Reitzel A.M.,Woods Hole Oceanographic Institution |
Reitzel A.M.,University of North Carolina at Charlotte |
Passamaneck Y.J.,University of Hawaii at Manoa |
Karchner S.I.,Woods Hole Oceanographic Institution |
And 4 more authors.
Development Genes and Evolution | Year: 2014
The aryl hydrocarbon receptor (AHR) is a member of the basic helix-loop-helix/Per-ARNT-Sim (bHLH-PAS) family of transcription factors and has diverse roles in development, physiology, and environmental sensing in bilaterian animals. Studying the expression of conserved genes and function of proteins in outgroups to protostomes and deuterostomes assists in understanding the antiquity of gene function and deciphering lineage-specific differences in these bilaterian clades. We describe the developmental expression of AHR from the sea anemone Nematostella vectensis and compare its expression with three other members of the bHLH-PAS family (AHR nuclear translocator (ARNT), Cycle, and a proto-Single-Minded/Trachealess). NvAHR expression was highest early in the larval stage with spatial expression in the basal portion of the ectoderm that became increasingly restricted to the oral pole with concentrated expression in tentacles of the juvenile polyp. The other bHLH-PAS genes showed a divergent expression pattern in later larval stages and polyps, in which gene expression was concentrated in the aboral end, with broader expression in the endoderm later in development. In co-immunoprecipitation assays, we found no evidence for heterodimerization of AHR with ARNT, contrary to the conservation of this specific interaction in all bilaterians studied to date. Similar to results with other invertebrate AHRs but in contrast to vertebrate AHRs, NvAHR failed to bind two prototypical xenobiotic AHR ligands (2,3,7,8- tetrachlorodibenzo-p-dioxin, β-naphthoflavone). Together, our data suggest that AHR's original function in Eumetazoa likely involved developmental patterning, potentially of neural tissue. The role of heterodimerization in the function of AHR may have arisen after the cnidarian-bilaterian ancestor. The absence of xenobiotic binding to NvAHR further supports a hypothesis for a derived role of this protein in chemical sensing within the chordates. © 2013 Springer-Verlag Berlin Heidelberg.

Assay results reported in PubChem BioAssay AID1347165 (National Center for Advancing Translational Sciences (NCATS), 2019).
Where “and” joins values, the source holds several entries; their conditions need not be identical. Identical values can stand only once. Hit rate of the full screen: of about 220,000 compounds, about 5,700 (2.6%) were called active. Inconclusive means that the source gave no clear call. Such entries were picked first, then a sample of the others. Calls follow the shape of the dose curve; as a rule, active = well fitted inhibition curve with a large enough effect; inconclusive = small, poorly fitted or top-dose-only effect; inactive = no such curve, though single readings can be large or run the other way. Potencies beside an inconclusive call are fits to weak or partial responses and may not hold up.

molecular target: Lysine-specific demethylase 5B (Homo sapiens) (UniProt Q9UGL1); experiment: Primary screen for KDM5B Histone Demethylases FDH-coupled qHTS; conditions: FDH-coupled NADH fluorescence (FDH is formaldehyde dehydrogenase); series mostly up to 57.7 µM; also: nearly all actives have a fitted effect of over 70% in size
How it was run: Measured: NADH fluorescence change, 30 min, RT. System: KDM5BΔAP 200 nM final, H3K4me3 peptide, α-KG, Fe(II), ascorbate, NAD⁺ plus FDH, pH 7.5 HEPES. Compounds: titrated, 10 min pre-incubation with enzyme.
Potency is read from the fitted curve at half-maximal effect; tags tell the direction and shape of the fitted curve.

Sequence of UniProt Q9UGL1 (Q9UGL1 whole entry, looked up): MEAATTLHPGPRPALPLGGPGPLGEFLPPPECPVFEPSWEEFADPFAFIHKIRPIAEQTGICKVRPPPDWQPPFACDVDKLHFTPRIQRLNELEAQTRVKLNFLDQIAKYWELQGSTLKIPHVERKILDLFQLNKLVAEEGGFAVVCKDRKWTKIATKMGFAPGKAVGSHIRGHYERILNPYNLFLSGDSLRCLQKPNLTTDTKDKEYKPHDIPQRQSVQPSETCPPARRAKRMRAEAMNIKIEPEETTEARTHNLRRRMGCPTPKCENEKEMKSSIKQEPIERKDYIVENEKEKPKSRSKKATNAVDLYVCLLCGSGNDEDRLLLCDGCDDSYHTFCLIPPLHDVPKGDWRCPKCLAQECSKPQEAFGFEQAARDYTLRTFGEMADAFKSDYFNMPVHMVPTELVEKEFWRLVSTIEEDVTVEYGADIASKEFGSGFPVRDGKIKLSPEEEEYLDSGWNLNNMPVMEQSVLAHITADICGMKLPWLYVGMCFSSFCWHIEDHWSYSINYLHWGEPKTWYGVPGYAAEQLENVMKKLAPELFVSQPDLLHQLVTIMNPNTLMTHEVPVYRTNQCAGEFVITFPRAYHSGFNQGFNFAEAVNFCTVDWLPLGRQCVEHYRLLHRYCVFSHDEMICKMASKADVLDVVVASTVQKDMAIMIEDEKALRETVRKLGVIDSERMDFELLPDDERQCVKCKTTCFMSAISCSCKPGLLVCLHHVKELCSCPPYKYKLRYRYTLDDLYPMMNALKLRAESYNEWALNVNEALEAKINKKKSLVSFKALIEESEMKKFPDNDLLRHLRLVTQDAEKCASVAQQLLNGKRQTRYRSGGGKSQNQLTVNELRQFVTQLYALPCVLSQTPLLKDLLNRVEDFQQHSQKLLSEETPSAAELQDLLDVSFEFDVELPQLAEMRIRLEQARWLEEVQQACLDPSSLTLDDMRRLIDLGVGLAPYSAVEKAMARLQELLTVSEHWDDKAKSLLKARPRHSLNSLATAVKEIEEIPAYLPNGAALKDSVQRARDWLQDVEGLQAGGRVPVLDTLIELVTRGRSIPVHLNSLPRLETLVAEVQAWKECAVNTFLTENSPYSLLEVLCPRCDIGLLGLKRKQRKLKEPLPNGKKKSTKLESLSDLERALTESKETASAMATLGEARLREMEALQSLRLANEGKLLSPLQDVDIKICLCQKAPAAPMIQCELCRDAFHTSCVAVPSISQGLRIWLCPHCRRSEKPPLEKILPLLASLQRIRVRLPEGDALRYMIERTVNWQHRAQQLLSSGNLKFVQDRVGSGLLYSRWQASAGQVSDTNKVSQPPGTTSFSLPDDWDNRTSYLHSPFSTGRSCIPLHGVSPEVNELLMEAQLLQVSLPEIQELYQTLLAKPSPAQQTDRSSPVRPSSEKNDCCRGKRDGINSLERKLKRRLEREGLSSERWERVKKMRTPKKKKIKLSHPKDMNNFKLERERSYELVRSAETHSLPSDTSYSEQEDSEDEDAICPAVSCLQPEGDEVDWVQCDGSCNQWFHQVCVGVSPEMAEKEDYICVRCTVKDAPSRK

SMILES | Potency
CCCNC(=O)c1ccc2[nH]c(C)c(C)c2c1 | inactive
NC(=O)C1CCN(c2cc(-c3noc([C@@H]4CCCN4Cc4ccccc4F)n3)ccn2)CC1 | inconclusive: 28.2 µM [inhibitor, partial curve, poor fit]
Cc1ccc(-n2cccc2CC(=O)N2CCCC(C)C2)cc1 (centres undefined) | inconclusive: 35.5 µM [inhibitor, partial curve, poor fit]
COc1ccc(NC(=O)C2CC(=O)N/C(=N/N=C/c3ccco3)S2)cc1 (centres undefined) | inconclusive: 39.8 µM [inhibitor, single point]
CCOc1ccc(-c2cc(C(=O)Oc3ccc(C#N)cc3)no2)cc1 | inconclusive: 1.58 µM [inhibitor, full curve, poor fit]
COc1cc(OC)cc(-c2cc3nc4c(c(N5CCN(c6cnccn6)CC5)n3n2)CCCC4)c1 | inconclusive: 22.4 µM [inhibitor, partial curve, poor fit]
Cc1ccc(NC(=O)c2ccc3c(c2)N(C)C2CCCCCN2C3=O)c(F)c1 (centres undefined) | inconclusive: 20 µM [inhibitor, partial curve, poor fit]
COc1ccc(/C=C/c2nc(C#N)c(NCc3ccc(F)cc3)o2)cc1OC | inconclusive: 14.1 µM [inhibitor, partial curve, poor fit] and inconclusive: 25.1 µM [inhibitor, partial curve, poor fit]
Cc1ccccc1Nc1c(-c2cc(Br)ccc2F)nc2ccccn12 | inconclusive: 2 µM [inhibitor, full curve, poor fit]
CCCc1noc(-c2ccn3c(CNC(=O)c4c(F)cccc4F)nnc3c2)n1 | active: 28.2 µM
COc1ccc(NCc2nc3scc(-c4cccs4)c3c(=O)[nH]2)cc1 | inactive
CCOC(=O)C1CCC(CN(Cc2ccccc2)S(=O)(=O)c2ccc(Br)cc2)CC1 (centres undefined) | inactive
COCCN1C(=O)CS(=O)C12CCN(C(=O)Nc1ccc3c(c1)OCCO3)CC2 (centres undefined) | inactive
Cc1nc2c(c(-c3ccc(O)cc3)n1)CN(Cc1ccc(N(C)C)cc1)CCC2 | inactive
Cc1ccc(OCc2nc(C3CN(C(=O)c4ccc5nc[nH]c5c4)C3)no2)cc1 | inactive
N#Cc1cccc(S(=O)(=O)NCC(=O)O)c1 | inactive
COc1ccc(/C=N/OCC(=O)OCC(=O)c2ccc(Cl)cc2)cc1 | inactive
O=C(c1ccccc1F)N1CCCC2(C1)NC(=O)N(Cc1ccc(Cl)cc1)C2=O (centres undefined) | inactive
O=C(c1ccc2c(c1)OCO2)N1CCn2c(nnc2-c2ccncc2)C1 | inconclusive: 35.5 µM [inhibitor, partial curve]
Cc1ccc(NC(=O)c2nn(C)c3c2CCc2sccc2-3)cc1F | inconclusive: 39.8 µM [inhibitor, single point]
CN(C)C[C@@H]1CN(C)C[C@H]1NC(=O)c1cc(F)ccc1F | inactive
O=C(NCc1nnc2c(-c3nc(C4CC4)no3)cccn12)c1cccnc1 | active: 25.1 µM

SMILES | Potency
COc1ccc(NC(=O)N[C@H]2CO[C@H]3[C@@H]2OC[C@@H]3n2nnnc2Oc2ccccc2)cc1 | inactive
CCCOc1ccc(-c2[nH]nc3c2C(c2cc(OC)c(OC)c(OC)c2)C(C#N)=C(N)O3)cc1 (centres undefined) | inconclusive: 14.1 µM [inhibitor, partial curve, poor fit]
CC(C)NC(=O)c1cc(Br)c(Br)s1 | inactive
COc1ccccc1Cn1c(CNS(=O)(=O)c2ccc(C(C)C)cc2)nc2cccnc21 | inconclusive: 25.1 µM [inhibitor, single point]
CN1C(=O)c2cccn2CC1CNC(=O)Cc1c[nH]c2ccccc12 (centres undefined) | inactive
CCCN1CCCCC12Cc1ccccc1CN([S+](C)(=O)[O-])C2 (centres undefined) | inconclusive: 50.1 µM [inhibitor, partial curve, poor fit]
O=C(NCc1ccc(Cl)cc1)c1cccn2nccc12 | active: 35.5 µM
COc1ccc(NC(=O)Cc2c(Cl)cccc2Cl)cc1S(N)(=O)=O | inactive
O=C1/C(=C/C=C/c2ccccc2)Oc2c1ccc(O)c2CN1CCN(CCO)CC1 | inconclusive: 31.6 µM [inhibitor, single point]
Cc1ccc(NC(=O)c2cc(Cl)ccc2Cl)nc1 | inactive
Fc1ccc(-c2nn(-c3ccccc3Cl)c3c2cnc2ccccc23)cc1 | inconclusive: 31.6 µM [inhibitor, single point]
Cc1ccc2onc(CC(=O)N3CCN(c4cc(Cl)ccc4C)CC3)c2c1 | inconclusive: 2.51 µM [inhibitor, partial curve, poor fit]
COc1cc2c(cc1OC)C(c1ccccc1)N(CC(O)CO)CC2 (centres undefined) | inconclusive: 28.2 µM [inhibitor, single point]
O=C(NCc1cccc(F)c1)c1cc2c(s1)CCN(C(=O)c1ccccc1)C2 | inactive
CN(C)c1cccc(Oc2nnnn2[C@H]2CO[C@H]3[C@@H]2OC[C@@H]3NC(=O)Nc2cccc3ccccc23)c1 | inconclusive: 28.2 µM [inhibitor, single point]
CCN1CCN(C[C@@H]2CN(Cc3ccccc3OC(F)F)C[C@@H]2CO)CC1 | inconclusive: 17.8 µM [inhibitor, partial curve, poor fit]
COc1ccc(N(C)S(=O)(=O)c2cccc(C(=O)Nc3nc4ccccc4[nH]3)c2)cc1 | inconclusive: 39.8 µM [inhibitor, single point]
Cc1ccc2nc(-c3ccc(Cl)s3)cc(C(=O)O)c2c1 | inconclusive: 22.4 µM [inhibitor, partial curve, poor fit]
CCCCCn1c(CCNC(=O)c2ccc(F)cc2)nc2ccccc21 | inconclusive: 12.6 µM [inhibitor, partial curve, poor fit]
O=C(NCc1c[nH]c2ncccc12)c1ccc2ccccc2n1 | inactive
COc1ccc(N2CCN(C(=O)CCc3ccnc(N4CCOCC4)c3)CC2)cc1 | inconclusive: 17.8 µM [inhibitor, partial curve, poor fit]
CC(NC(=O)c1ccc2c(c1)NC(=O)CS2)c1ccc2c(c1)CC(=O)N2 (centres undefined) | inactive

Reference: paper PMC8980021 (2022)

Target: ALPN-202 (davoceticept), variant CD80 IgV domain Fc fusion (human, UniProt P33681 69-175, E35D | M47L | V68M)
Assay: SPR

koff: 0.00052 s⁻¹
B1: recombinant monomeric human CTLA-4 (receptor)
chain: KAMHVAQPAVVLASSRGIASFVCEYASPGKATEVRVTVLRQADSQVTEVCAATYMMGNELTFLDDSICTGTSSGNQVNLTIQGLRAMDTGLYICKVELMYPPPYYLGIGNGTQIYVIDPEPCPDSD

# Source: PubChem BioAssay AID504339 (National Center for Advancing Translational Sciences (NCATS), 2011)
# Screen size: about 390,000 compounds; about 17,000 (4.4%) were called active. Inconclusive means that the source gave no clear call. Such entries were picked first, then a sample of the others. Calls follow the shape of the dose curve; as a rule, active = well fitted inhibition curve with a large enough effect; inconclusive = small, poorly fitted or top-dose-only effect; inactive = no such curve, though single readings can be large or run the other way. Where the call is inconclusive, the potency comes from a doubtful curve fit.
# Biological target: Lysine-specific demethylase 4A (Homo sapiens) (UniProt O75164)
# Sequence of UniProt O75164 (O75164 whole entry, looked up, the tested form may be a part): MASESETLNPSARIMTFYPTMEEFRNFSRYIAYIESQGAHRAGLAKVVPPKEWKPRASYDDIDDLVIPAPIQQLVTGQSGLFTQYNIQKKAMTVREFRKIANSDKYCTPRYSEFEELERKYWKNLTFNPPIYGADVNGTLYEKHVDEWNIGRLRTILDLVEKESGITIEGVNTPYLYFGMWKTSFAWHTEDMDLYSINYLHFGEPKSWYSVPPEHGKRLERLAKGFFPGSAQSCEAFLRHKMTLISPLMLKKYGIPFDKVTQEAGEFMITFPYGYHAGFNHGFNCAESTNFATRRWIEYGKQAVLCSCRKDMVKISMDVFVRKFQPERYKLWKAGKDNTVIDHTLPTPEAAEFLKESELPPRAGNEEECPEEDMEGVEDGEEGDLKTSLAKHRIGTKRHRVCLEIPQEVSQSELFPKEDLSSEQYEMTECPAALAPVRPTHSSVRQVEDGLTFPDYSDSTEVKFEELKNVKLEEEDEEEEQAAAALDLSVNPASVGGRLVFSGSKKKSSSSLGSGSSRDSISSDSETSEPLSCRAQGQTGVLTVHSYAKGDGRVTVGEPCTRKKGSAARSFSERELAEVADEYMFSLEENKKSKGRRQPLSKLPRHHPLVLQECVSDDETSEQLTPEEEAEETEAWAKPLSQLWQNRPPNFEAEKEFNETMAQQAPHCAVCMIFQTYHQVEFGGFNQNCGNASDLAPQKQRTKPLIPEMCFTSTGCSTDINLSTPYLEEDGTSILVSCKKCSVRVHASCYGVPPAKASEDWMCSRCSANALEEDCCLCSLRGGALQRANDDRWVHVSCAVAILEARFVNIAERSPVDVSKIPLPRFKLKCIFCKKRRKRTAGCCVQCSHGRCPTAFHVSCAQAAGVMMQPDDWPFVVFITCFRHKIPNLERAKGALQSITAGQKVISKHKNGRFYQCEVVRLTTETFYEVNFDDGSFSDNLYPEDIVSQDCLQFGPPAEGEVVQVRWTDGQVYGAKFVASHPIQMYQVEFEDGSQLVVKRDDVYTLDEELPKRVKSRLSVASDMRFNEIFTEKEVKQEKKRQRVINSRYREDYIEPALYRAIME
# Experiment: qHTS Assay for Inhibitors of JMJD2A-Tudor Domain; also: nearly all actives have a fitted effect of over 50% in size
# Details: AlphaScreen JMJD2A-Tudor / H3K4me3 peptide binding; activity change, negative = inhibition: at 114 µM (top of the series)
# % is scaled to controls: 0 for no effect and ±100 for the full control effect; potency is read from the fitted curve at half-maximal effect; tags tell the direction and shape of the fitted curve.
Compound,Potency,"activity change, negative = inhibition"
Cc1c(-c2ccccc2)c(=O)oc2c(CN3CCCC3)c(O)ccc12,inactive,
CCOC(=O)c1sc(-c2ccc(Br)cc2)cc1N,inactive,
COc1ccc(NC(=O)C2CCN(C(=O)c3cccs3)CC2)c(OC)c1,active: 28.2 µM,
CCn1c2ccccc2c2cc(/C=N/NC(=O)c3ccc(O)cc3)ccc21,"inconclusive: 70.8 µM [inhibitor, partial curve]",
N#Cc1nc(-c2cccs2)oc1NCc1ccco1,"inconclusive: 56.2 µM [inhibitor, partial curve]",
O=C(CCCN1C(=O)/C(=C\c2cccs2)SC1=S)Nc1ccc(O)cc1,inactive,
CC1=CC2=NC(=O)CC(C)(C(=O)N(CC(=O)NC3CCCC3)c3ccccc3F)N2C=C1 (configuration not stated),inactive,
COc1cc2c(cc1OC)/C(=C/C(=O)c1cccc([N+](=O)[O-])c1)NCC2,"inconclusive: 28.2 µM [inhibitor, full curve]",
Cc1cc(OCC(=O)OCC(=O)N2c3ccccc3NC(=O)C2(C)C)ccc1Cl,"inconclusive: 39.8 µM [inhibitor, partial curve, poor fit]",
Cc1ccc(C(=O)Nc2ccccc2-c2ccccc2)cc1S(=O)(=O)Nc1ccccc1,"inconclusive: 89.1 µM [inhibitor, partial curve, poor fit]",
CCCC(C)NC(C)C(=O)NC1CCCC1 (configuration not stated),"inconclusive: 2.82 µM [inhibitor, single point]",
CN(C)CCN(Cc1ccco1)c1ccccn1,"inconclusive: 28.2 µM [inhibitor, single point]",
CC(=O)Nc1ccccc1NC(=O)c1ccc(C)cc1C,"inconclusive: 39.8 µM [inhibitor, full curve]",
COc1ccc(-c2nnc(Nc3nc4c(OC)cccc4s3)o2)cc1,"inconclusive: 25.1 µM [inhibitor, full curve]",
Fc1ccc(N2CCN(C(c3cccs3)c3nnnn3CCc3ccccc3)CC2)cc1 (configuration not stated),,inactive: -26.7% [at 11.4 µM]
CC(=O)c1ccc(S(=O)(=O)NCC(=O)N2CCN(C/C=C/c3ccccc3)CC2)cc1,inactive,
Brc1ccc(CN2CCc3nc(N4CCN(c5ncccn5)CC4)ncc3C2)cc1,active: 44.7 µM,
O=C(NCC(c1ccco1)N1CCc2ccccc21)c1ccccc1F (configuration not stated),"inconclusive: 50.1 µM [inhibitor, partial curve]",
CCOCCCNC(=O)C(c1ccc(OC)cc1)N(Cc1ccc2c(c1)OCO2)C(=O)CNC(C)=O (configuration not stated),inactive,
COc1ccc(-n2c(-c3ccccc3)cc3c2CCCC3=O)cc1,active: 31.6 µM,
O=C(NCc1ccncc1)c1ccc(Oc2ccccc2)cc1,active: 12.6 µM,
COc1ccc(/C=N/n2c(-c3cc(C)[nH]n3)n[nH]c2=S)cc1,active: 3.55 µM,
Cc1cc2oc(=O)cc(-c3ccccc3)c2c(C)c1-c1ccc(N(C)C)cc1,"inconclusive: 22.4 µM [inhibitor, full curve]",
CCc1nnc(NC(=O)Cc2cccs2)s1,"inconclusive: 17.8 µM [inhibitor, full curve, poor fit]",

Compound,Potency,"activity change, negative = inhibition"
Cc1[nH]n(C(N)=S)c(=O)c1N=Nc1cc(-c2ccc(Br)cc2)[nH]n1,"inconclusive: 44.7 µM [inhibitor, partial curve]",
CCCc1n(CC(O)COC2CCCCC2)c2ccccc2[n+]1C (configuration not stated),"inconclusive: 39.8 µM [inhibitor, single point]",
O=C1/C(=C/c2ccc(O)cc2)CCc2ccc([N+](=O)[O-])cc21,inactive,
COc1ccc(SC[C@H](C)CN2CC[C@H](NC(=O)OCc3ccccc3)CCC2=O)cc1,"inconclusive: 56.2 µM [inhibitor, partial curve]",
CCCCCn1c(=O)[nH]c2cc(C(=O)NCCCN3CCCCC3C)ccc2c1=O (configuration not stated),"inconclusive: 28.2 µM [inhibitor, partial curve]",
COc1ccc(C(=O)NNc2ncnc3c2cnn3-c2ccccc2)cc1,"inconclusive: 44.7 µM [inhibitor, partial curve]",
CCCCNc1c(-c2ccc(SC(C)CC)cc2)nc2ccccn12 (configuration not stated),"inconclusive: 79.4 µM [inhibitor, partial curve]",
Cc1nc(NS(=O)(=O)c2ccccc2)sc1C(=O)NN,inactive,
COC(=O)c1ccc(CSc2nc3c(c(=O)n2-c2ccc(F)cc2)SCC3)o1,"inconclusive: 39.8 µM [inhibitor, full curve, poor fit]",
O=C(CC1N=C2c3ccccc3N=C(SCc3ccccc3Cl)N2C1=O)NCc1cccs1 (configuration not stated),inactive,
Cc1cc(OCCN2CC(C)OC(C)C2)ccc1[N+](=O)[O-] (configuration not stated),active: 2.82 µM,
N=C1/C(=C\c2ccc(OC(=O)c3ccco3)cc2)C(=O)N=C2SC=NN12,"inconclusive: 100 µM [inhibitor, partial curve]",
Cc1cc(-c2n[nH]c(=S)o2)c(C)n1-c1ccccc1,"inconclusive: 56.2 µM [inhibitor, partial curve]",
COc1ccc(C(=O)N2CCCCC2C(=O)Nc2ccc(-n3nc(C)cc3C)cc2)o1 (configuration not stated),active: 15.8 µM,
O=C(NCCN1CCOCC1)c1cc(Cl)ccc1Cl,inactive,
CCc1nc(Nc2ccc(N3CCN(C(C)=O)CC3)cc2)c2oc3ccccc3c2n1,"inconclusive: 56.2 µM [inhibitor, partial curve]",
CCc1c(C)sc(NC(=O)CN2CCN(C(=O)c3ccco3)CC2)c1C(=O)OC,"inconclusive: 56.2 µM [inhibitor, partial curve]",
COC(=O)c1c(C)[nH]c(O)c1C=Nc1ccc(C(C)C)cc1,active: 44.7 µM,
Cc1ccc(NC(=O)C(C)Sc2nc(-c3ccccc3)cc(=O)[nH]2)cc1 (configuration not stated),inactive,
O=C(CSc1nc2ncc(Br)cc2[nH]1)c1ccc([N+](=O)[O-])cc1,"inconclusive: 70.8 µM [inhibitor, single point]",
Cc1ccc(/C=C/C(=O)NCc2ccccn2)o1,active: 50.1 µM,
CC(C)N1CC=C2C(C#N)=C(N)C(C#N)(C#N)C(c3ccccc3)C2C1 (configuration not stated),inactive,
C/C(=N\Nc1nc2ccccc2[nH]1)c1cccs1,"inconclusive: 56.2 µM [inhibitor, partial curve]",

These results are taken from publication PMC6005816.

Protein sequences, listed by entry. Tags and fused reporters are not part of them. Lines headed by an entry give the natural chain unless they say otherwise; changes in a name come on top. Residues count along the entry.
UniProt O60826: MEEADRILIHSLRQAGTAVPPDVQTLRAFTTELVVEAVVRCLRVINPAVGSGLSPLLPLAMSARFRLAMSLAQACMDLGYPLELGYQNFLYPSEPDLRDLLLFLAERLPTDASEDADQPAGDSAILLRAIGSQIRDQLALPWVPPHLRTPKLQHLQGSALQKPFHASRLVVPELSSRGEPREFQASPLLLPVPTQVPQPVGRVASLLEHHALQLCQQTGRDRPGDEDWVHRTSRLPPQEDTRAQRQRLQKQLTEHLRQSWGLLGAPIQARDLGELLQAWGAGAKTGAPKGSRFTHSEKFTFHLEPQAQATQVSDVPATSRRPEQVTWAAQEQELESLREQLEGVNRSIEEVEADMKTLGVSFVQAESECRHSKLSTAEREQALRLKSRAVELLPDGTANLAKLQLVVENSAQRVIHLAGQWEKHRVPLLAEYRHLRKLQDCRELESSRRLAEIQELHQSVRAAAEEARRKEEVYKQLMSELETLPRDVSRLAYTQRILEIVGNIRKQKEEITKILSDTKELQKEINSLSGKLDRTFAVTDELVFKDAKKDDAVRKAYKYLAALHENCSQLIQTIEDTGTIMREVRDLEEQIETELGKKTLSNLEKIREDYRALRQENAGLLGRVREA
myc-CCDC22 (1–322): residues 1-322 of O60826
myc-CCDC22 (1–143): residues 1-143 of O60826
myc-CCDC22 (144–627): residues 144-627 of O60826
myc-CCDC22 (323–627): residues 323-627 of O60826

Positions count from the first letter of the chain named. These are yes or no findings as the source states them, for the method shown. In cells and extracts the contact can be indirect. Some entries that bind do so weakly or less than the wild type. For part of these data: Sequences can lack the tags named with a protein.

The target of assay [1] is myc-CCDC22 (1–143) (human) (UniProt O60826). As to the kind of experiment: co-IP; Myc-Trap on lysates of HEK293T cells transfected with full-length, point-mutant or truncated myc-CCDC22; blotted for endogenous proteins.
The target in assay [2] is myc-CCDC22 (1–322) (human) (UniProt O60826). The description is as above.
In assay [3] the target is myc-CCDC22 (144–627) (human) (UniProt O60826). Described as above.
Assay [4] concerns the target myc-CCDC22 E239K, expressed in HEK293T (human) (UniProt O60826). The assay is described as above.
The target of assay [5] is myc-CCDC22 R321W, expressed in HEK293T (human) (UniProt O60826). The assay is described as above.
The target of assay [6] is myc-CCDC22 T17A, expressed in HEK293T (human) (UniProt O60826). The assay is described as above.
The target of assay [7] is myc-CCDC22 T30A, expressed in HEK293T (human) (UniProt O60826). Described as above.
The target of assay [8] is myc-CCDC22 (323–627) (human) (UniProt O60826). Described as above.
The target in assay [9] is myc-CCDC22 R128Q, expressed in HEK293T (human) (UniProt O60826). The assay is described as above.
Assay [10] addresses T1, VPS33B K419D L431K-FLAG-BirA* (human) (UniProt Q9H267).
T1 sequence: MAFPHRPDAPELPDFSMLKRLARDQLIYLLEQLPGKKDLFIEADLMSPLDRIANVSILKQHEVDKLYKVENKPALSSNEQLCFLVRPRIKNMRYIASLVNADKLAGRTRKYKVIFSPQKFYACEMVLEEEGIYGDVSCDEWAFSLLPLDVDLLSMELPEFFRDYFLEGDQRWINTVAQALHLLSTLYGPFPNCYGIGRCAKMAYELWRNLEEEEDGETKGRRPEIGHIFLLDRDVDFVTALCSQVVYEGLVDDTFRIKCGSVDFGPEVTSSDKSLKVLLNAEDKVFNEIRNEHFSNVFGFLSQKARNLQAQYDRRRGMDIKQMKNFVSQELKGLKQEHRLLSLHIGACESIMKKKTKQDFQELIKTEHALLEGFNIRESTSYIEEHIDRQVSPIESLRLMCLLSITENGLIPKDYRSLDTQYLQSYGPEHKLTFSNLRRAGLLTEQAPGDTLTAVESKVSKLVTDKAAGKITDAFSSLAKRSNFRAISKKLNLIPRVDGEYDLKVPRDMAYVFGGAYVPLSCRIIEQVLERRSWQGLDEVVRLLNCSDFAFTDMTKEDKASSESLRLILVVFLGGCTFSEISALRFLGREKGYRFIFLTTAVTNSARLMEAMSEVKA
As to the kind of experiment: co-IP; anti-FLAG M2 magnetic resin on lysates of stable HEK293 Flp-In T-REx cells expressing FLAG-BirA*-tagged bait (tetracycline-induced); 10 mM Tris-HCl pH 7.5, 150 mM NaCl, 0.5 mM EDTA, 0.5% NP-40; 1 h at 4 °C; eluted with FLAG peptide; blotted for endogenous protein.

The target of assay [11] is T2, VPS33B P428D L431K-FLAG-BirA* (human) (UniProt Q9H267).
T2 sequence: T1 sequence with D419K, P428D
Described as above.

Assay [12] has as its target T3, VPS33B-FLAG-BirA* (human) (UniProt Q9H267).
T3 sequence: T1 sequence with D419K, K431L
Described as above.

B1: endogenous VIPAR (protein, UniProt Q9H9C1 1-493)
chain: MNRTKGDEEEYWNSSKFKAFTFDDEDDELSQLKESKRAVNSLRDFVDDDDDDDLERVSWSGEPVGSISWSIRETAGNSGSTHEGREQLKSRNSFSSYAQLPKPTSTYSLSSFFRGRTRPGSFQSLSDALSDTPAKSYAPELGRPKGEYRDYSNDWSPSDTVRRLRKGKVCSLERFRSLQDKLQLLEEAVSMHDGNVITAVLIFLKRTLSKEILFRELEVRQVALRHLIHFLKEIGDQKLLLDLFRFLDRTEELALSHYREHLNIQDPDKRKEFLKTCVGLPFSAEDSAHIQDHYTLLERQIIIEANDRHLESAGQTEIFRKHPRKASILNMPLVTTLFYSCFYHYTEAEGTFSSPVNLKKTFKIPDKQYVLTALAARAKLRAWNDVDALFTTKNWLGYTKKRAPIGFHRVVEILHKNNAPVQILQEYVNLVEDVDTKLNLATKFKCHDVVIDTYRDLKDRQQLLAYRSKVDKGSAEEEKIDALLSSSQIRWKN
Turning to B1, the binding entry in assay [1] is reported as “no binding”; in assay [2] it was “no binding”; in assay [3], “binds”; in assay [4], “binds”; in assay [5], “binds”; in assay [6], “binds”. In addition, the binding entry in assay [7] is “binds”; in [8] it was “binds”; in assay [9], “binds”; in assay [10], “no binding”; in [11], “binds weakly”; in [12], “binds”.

Battelle B.-A.,Whitney Laboratory for Marine Bioscience |
Battelle B.-A.,University of Florida |
Kempler K.E.,Whitney Laboratory for Marine Bioscience |
Kempler K.E.,University of Florida |
And 5 more authors.
Journal of Experimental Biology | Year: 2013